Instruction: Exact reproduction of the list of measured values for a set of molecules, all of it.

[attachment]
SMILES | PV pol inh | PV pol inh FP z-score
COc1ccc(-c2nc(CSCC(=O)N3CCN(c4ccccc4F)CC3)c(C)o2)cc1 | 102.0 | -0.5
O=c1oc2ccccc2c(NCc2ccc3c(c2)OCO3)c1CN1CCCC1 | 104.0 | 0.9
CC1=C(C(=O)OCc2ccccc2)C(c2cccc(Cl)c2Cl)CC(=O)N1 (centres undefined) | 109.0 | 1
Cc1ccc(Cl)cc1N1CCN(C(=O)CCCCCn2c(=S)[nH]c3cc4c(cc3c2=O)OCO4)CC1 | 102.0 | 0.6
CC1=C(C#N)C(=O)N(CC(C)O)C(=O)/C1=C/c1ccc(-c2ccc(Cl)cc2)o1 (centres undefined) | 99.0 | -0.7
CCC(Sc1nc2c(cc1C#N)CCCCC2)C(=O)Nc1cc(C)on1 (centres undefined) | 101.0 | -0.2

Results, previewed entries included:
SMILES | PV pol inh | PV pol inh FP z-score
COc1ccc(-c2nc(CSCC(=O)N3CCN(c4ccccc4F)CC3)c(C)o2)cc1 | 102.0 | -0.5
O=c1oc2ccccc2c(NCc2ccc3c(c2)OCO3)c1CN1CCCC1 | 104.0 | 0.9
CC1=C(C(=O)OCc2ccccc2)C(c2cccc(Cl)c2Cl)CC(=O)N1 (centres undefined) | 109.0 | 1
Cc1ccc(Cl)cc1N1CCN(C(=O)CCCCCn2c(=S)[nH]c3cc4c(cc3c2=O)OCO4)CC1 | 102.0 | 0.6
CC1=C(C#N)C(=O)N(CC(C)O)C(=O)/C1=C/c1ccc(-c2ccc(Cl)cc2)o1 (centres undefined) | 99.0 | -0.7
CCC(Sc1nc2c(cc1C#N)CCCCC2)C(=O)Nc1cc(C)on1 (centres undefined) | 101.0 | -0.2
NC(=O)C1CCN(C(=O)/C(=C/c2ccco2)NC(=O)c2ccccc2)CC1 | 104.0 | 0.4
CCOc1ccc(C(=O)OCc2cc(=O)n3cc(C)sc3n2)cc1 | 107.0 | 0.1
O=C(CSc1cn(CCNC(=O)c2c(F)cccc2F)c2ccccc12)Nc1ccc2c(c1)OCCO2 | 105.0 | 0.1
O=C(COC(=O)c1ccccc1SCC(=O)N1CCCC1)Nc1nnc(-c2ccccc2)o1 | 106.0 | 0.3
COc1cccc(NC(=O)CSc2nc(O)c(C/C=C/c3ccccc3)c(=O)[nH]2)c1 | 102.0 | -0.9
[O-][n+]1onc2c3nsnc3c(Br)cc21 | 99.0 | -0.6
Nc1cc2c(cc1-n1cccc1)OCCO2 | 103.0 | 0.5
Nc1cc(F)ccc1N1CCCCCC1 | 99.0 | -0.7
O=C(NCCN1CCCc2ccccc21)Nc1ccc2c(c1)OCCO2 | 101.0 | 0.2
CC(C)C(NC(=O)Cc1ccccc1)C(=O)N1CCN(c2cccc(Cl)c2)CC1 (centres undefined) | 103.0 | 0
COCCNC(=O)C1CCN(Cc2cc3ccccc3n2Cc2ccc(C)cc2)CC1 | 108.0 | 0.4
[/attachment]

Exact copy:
SMILES | PV pol inh | PV pol inh FP z-score
COc1ccc(-c2nc(CSCC(=O)N3CCN(c4ccccc4F)CC3)c(C)o2)cc1 | 102.0 | -0.5
O=c1oc2ccccc2c(NCc2ccc3c(c2)OCO3)c1CN1CCCC1 | 104.0 | 0.9
CC1=C(C(=O)OCc2ccccc2)C(c2cccc(Cl)c2Cl)CC(=O)N1 (centres undefined) | 109.0 | 1
Cc1ccc(Cl)cc1N1CCN(C(=O)CCCCCn2c(=S)[nH]c3cc4c(cc3c2=O)OCO4)CC1 | 102.0 | 0.6
CC1=C(C#N)C(=O)N(CC(C)O)C(=O)/C1=C/c1ccc(-c2ccc(Cl)cc2)o1 (centres undefined) | 99.0 | -0.7
CCC(Sc1nc2c(cc1C#N)CCCCC2)C(=O)Nc1cc(C)on1 (centres undefined) | 101.0 | -0.2

Results, previewed entries included:
SMILES | PV pol inh | PV pol inh FP z-score
COc1ccc(-c2nc(CSCC(=O)N3CCN(c4ccccc4F)CC3)c(C)o2)cc1 | 102.0 | -0.5
O=c1oc2ccccc2c(NCc2ccc3c(c2)OCO3)c1CN1CCCC1 | 104.0 | 0.9
CC1=C(C(=O)OCc2ccccc2)C(c2cccc(Cl)c2Cl)CC(=O)N1 (centres undefined) | 109.0 | 1
Cc1ccc(Cl)cc1N1CCN(C(=O)CCCCCn2c(=S)[nH]c3cc4c(cc3c2=O)OCO4)CC1 | 102.0 | 0.6
CC1=C(C#N)C(=O)N(CC(C)O)C(=O)/C1=C/c1ccc(-c2ccc(Cl)cc2)o1 (centres undefined) | 99.0 | -0.7
CCC(Sc1nc2c(cc1C#N)CCCCC2)C(=O)Nc1cc(C)on1 (centres undefined) | 101.0 | -0.2
NC(=O)C1CCN(C(=O)/C(=C/c2ccco2)NC(=O)c2ccccc2)CC1 | 104.0 | 0.4
CCOc1ccc(C(=O)OCc2cc(=O)n3cc(C)sc3n2)cc1 | 107.0 | 0.1
O=C(CSc1cn(CCNC(=O)c2c(F)cccc2F)c2ccccc12)Nc1ccc2c(c1)OCCO2 | 105.0 | 0.1
O=C(COC(=O)c1ccccc1SCC(=O)N1CCCC1)Nc1nnc(-c2ccccc2)o1 | 106.0 | 0.3
COc1cccc(NC(=O)CSc2nc(O)c(C/C=C/c3ccccc3)c(=O)[nH]2)c1 | 102.0 | -0.9
[O-][n+]1onc2c3nsnc3c(Br)cc21 | 99.0 | -0.6
Nc1cc2c(cc1-n1cccc1)OCCO2 | 103.0 | 0.5
Nc1cc(F)ccc1N1CCCCCC1 | 99.0 | -0.7
O=C(NCCN1CCCc2ccccc21)Nc1ccc2c(c1)OCCO2 | 101.0 | 0.2
CC(C)C(NC(=O)Cc1ccccc1)C(=O)N1CCN(c2cccc(Cl)c2)CC1 (centres undefined) | 103.0 | 0
COCCNC(=O)C1CCN(Cc2cc3ccccc3n2Cc2ccc(C)cc2)CC1 | 108.0 | 0.4